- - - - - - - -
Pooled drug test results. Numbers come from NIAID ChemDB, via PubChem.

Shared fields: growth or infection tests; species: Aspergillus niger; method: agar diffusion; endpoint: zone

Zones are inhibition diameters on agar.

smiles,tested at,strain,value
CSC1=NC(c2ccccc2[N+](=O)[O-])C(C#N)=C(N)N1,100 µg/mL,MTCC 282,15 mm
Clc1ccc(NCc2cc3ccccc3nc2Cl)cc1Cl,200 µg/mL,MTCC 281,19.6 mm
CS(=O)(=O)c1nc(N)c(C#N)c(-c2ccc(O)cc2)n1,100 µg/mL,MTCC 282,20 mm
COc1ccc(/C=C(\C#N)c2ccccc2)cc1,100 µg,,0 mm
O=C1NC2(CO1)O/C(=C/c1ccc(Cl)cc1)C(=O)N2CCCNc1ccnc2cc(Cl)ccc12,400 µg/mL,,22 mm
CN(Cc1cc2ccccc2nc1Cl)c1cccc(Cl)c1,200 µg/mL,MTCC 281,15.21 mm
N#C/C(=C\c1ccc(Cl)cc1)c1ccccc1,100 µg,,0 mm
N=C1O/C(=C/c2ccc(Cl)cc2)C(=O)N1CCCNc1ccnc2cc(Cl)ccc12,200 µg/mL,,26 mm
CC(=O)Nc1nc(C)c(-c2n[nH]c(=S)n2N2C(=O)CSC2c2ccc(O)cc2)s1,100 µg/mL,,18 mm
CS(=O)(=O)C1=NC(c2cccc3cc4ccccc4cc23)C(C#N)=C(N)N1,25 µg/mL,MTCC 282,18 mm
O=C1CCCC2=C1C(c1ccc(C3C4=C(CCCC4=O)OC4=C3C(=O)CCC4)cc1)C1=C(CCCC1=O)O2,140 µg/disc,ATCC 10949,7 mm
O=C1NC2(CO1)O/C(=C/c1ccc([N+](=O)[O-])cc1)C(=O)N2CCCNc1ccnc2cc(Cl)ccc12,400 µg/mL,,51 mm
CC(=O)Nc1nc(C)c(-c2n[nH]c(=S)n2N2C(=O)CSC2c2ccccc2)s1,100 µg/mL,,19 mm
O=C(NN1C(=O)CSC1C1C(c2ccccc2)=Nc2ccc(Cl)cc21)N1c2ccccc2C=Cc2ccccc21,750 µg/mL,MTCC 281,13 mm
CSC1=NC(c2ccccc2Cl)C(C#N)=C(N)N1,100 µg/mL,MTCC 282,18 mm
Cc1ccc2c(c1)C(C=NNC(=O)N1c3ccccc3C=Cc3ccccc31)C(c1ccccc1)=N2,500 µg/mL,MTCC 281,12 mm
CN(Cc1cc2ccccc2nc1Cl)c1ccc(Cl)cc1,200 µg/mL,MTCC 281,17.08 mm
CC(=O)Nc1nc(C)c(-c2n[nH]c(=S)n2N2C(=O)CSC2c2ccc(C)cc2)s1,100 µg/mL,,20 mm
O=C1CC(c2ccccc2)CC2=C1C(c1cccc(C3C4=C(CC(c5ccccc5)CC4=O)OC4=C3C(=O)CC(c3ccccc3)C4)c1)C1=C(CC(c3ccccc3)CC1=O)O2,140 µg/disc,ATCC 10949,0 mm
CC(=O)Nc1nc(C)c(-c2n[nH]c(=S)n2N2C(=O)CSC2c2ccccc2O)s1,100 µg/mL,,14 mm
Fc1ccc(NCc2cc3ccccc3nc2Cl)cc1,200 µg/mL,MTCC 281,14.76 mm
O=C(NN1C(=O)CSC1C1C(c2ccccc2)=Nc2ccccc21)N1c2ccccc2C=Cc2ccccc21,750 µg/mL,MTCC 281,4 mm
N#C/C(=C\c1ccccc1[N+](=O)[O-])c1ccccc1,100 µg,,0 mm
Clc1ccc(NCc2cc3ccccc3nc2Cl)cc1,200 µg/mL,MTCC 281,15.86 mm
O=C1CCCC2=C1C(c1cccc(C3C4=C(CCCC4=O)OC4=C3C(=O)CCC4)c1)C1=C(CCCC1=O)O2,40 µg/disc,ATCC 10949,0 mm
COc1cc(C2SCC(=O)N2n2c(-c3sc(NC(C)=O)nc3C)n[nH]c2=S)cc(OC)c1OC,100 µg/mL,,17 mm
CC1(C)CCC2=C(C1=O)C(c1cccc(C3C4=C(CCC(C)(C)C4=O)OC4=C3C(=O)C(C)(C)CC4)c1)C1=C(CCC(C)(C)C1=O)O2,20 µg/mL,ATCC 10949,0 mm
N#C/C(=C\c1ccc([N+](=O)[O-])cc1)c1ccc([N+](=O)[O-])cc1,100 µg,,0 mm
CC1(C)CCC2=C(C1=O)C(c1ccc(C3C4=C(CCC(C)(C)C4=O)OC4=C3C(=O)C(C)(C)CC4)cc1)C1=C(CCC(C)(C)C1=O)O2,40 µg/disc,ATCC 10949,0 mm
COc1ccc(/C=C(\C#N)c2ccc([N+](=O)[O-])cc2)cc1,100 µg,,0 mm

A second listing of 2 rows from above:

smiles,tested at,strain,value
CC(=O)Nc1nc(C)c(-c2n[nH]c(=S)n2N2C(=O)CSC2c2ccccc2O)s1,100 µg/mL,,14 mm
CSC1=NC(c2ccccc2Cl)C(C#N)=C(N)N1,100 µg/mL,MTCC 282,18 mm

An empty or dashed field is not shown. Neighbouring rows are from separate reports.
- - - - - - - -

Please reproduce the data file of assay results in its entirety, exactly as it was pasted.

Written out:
Pooled drug test results. Numbers come from NIAID ChemDB, via PubChem.

Shared fields: growth or infection tests; species: Aspergillus niger; method: agar diffusion; endpoint: zone

Zones are inhibition diameters on agar.

smiles,tested at,strain,value
CSC1=NC(c2ccccc2[N+](=O)[O-])C(C#N)=C(N)N1,100 µg/mL,MTCC 282,15 mm
Clc1ccc(NCc2cc3ccccc3nc2Cl)cc1Cl,200 µg/mL,MTCC 281,19.6 mm
CS(=O)(=O)c1nc(N)c(C#N)c(-c2ccc(O)cc2)n1,100 µg/mL,MTCC 282,20 mm
COc1ccc(/C=C(\C#N)c2ccccc2)cc1,100 µg,,0 mm
O=C1NC2(CO1)O/C(=C/c1ccc(Cl)cc1)C(=O)N2CCCNc1ccnc2cc(Cl)ccc12,400 µg/mL,,22 mm
CN(Cc1cc2ccccc2nc1Cl)c1cccc(Cl)c1,200 µg/mL,MTCC 281,15.21 mm
N#C/C(=C\c1ccc(Cl)cc1)c1ccccc1,100 µg,,0 mm
N=C1O/C(=C/c2ccc(Cl)cc2)C(=O)N1CCCNc1ccnc2cc(Cl)ccc12,200 µg/mL,,26 mm
CC(=O)Nc1nc(C)c(-c2n[nH]c(=S)n2N2C(=O)CSC2c2ccc(O)cc2)s1,100 µg/mL,,18 mm
CS(=O)(=O)C1=NC(c2cccc3cc4ccccc4cc23)C(C#N)=C(N)N1,25 µg/mL,MTCC 282,18 mm
O=C1CCCC2=C1C(c1ccc(C3C4=C(CCCC4=O)OC4=C3C(=O)CCC4)cc1)C1=C(CCCC1=O)O2,140 µg/disc,ATCC 10949,7 mm
O=C1NC2(CO1)O/C(=C/c1ccc([N+](=O)[O-])cc1)C(=O)N2CCCNc1ccnc2cc(Cl)ccc12,400 µg/mL,,51 mm
CC(=O)Nc1nc(C)c(-c2n[nH]c(=S)n2N2C(=O)CSC2c2ccccc2)s1,100 µg/mL,,19 mm
O=C(NN1C(=O)CSC1C1C(c2ccccc2)=Nc2ccc(Cl)cc21)N1c2ccccc2C=Cc2ccccc21,750 µg/mL,MTCC 281,13 mm
CSC1=NC(c2ccccc2Cl)C(C#N)=C(N)N1,100 µg/mL,MTCC 282,18 mm
Cc1ccc2c(c1)C(C=NNC(=O)N1c3ccccc3C=Cc3ccccc31)C(c1ccccc1)=N2,500 µg/mL,MTCC 281,12 mm
CN(Cc1cc2ccccc2nc1Cl)c1ccc(Cl)cc1,200 µg/mL,MTCC 281,17.08 mm
CC(=O)Nc1nc(C)c(-c2n[nH]c(=S)n2N2C(=O)CSC2c2ccc(C)cc2)s1,100 µg/mL,,20 mm
O=C1CC(c2ccccc2)CC2=C1C(c1cccc(C3C4=C(CC(c5ccccc5)CC4=O)OC4=C3C(=O)CC(c3ccccc3)C4)c1)C1=C(CC(c3ccccc3)CC1=O)O2,140 µg/disc,ATCC 10949,0 mm
CC(=O)Nc1nc(C)c(-c2n[nH]c(=S)n2N2C(=O)CSC2c2ccccc2O)s1,100 µg/mL,,14 mm
Fc1ccc(NCc2cc3ccccc3nc2Cl)cc1,200 µg/mL,MTCC 281,14.76 mm
O=C(NN1C(=O)CSC1C1C(c2ccccc2)=Nc2ccccc21)N1c2ccccc2C=Cc2ccccc21,750 µg/mL,MTCC 281,4 mm
N#C/C(=C\c1ccccc1[N+](=O)[O-])c1ccccc1,100 µg,,0 mm
Clc1ccc(NCc2cc3ccccc3nc2Cl)cc1,200 µg/mL,MTCC 281,15.86 mm
O=C1CCCC2=C1C(c1cccc(C3C4=C(CCCC4=O)OC4=C3C(=O)CCC4)c1)C1=C(CCCC1=O)O2,40 µg/disc,ATCC 10949,0 mm
COc1cc(C2SCC(=O)N2n2c(-c3sc(NC(C)=O)nc3C)n[nH]c2=S)cc(OC)c1OC,100 µg/mL,,17 mm
CC1(C)CCC2=C(C1=O)C(c1cccc(C3C4=C(CCC(C)(C)C4=O)OC4=C3C(=O)C(C)(C)CC4)c1)C1=C(CCC(C)(C)C1=O)O2,20 µg/mL,ATCC 10949,0 mm
N#C/C(=C\c1ccc([N+](=O)[O-])cc1)c1ccc([N+](=O)[O-])cc1,100 µg,,0 mm
CC1(C)CCC2=C(C1=O)C(c1ccc(C3C4=C(CCC(C)(C)C4=O)OC4=C3C(=O)C(C)(C)CC4)cc1)C1=C(CCC(C)(C)C1=O)O2,40 µg/disc,ATCC 10949,0 mm
COc1ccc(/C=C(\C#N)c2ccc([N+](=O)[O-])cc2)cc1,100 µg,,0 mm

A second listing of 2 rows from above:

smiles,tested at,strain,value
CC(=O)Nc1nc(C)c(-c2n[nH]c(=S)n2N2C(=O)CSC2c2ccccc2O)s1,100 µg/mL,,14 mm
CSC1=NC(c2ccccc2Cl)C(C#N)=C(N)N1,100 µg/mL,MTCC 282,18 mm

An empty or dashed field is not shown. Neighbouring rows are from separate reports.